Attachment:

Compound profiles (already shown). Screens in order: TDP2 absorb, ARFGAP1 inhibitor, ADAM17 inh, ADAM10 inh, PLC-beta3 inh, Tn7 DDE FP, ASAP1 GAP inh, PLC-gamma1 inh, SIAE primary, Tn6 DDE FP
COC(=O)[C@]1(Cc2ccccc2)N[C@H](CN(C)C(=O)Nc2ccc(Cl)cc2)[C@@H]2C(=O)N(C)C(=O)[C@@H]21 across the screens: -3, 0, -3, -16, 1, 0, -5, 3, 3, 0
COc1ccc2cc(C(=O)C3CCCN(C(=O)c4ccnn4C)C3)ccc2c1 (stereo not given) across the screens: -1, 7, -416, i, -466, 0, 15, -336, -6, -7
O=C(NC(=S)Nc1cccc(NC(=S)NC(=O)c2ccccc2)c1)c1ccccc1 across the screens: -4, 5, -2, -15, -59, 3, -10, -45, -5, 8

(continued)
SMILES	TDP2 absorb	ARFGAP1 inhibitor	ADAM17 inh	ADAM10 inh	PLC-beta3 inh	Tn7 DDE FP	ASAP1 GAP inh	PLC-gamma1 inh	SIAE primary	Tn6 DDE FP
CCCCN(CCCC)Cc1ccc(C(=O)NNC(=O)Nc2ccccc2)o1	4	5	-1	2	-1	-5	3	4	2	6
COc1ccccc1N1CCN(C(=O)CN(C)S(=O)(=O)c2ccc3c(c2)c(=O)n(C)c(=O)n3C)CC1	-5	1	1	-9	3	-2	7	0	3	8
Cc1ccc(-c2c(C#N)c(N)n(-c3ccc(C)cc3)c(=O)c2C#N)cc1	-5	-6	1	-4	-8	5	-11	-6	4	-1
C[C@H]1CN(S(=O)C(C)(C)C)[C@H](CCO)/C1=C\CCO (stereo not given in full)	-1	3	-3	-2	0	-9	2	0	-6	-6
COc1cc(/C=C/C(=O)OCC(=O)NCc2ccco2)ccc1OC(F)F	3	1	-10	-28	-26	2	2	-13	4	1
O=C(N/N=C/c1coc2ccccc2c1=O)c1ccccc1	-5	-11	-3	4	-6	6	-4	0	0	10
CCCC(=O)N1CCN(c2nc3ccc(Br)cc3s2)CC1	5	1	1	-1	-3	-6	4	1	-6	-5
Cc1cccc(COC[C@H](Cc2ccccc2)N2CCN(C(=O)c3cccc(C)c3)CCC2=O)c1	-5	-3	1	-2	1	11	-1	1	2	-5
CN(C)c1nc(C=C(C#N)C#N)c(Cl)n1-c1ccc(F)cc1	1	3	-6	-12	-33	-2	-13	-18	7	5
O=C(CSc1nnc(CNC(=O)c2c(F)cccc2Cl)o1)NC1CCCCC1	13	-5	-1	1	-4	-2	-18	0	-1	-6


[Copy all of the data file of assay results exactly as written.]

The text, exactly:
Compound profiles (already shown). Screens in order: TDP2 absorb, ARFGAP1 inhibitor, ADAM17 inh, ADAM10 inh, PLC-beta3 inh, Tn7 DDE FP, ASAP1 GAP inh, PLC-gamma1 inh, SIAE primary, Tn6 DDE FP
COC(=O)[C@]1(Cc2ccccc2)N[C@H](CN(C)C(=O)Nc2ccc(Cl)cc2)[C@@H]2C(=O)N(C)C(=O)[C@@H]21 across the screens: -3, 0, -3, -16, 1, 0, -5, 3, 3, 0
COc1ccc2cc(C(=O)C3CCCN(C(=O)c4ccnn4C)C3)ccc2c1 (stereo not given) across the screens: -1, 7, -416, i, -466, 0, 15, -336, -6, -7
O=C(NC(=S)Nc1cccc(NC(=S)NC(=O)c2ccccc2)c1)c1ccccc1 across the screens: -4, 5, -2, -15, -59, 3, -10, -45, -5, 8

(continued)
SMILES	TDP2 absorb	ARFGAP1 inhibitor	ADAM17 inh	ADAM10 inh	PLC-beta3 inh	Tn7 DDE FP	ASAP1 GAP inh	PLC-gamma1 inh	SIAE primary	Tn6 DDE FP
CCCCN(CCCC)Cc1ccc(C(=O)NNC(=O)Nc2ccccc2)o1	4	5	-1	2	-1	-5	3	4	2	6
COc1ccccc1N1CCN(C(=O)CN(C)S(=O)(=O)c2ccc3c(c2)c(=O)n(C)c(=O)n3C)CC1	-5	1	1	-9	3	-2	7	0	3	8
Cc1ccc(-c2c(C#N)c(N)n(-c3ccc(C)cc3)c(=O)c2C#N)cc1	-5	-6	1	-4	-8	5	-11	-6	4	-1
C[C@H]1CN(S(=O)C(C)(C)C)[C@H](CCO)/C1=C\CCO (stereo not given in full)	-1	3	-3	-2	0	-9	2	0	-6	-6
COc1cc(/C=C/C(=O)OCC(=O)NCc2ccco2)ccc1OC(F)F	3	1	-10	-28	-26	2	2	-13	4	1
O=C(N/N=C/c1coc2ccccc2c1=O)c1ccccc1	-5	-11	-3	4	-6	6	-4	0	0	10
CCCC(=O)N1CCN(c2nc3ccc(Br)cc3s2)CC1	5	1	1	-1	-3	-6	4	1	-6	-5
Cc1cccc(COC[C@H](Cc2ccccc2)N2CCN(C(=O)c3cccc(C)c3)CCC2=O)c1	-5	-3	1	-2	1	11	-1	1	2	-5
CN(C)c1nc(C=C(C#N)C#N)c(Cl)n1-c1ccc(F)cc1	1	3	-6	-12	-33	-2	-13	-18	7	5
O=C(CSc1nnc(CNC(=O)c2c(F)cccc2Cl)o1)NC1CCCCC1	13	-5	-1	1	-4	-2	-18	0	-1	-6